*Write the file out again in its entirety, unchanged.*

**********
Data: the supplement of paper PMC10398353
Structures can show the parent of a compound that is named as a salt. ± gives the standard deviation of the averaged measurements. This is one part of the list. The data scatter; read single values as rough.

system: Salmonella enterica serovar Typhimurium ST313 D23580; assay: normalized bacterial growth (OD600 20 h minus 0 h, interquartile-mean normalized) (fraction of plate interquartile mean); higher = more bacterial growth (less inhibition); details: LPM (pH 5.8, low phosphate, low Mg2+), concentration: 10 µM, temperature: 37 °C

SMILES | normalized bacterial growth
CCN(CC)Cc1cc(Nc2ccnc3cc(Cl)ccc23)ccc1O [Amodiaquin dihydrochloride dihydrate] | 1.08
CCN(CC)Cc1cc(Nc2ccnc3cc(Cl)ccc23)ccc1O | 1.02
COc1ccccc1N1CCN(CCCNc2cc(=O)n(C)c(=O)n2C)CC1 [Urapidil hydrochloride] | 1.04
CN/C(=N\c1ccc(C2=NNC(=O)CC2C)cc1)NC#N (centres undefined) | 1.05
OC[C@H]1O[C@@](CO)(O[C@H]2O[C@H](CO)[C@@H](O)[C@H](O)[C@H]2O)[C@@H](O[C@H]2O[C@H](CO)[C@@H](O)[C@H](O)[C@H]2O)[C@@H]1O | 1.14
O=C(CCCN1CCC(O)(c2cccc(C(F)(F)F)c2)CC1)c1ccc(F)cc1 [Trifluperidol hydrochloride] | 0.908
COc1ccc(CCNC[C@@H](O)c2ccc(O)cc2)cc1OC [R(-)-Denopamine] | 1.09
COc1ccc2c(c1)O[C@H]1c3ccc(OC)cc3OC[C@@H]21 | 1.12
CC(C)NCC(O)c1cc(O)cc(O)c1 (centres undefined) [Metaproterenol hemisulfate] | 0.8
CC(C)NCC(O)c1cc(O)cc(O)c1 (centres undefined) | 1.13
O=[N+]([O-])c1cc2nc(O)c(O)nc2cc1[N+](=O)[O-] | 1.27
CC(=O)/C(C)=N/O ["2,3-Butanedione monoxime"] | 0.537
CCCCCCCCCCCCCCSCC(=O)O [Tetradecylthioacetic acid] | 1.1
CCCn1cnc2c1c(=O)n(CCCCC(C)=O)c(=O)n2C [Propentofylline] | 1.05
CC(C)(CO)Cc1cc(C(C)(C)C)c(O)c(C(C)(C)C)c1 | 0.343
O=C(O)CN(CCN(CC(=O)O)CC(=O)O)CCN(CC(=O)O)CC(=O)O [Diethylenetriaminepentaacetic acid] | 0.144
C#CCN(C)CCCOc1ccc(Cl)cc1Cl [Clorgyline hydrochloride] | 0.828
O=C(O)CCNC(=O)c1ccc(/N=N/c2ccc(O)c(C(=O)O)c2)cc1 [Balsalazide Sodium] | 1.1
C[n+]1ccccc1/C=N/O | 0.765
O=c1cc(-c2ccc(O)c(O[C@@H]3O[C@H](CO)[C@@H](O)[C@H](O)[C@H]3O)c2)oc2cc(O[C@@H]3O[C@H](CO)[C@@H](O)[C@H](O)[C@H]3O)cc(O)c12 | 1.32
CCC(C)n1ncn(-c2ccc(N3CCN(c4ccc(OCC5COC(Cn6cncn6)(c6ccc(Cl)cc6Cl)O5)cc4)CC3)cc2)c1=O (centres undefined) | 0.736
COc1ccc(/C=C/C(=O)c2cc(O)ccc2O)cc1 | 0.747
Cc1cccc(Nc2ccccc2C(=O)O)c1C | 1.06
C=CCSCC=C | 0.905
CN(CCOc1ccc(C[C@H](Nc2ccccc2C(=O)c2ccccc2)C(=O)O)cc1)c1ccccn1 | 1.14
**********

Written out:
Data: the supplement of paper PMC10398353
Structures can show the parent of a compound that is named as a salt. ± gives the standard deviation of the averaged measurements. This is one part of the list. The data scatter; read single values as rough.

system: Salmonella enterica serovar Typhimurium ST313 D23580; assay: normalized bacterial growth (OD600 20 h minus 0 h, interquartile-mean normalized) (fraction of plate interquartile mean); higher = more bacterial growth (less inhibition); details: LPM (pH 5.8, low phosphate, low Mg2+), concentration: 10 µM, temperature: 37 °C

SMILES | normalized bacterial growth
CCN(CC)Cc1cc(Nc2ccnc3cc(Cl)ccc23)ccc1O [Amodiaquin dihydrochloride dihydrate] | 1.08
CCN(CC)Cc1cc(Nc2ccnc3cc(Cl)ccc23)ccc1O | 1.02
COc1ccccc1N1CCN(CCCNc2cc(=O)n(C)c(=O)n2C)CC1 [Urapidil hydrochloride] | 1.04
CN/C(=N\c1ccc(C2=NNC(=O)CC2C)cc1)NC#N (centres undefined) | 1.05
OC[C@H]1O[C@@](CO)(O[C@H]2O[C@H](CO)[C@@H](O)[C@H](O)[C@H]2O)[C@@H](O[C@H]2O[C@H](CO)[C@@H](O)[C@H](O)[C@H]2O)[C@@H]1O | 1.14
O=C(CCCN1CCC(O)(c2cccc(C(F)(F)F)c2)CC1)c1ccc(F)cc1 [Trifluperidol hydrochloride] | 0.908
COc1ccc(CCNC[C@@H](O)c2ccc(O)cc2)cc1OC [R(-)-Denopamine] | 1.09
COc1ccc2c(c1)O[C@H]1c3ccc(OC)cc3OC[C@@H]21 | 1.12
CC(C)NCC(O)c1cc(O)cc(O)c1 (centres undefined) [Metaproterenol hemisulfate] | 0.8
CC(C)NCC(O)c1cc(O)cc(O)c1 (centres undefined) | 1.13
O=[N+]([O-])c1cc2nc(O)c(O)nc2cc1[N+](=O)[O-] | 1.27
CC(=O)/C(C)=N/O ["2,3-Butanedione monoxime"] | 0.537
CCCCCCCCCCCCCCSCC(=O)O [Tetradecylthioacetic acid] | 1.1
CCCn1cnc2c1c(=O)n(CCCCC(C)=O)c(=O)n2C [Propentofylline] | 1.05
CC(C)(CO)Cc1cc(C(C)(C)C)c(O)c(C(C)(C)C)c1 | 0.343
O=C(O)CN(CCN(CC(=O)O)CC(=O)O)CCN(CC(=O)O)CC(=O)O [Diethylenetriaminepentaacetic acid] | 0.144
C#CCN(C)CCCOc1ccc(Cl)cc1Cl [Clorgyline hydrochloride] | 0.828
O=C(O)CCNC(=O)c1ccc(/N=N/c2ccc(O)c(C(=O)O)c2)cc1 [Balsalazide Sodium] | 1.1
C[n+]1ccccc1/C=N/O | 0.765
O=c1cc(-c2ccc(O)c(O[C@@H]3O[C@H](CO)[C@@H](O)[C@H](O)[C@H]3O)c2)oc2cc(O[C@@H]3O[C@H](CO)[C@@H](O)[C@H](O)[C@H]3O)cc(O)c12 | 1.32
CCC(C)n1ncn(-c2ccc(N3CCN(c4ccc(OCC5COC(Cn6cncn6)(c6ccc(Cl)cc6Cl)O5)cc4)CC3)cc2)c1=O (centres undefined) | 0.736
COc1ccc(/C=C/C(=O)c2cc(O)ccc2O)cc1 | 0.747
Cc1cccc(Nc2ccccc2C(=O)O)c1C | 1.06
C=CCSCC=C | 0.905
CN(CCOc1ccc(C[C@H](Nc2ccccc2C(=O)c2ccccc2)C(=O)O)cc1)c1ccccn1 | 1.14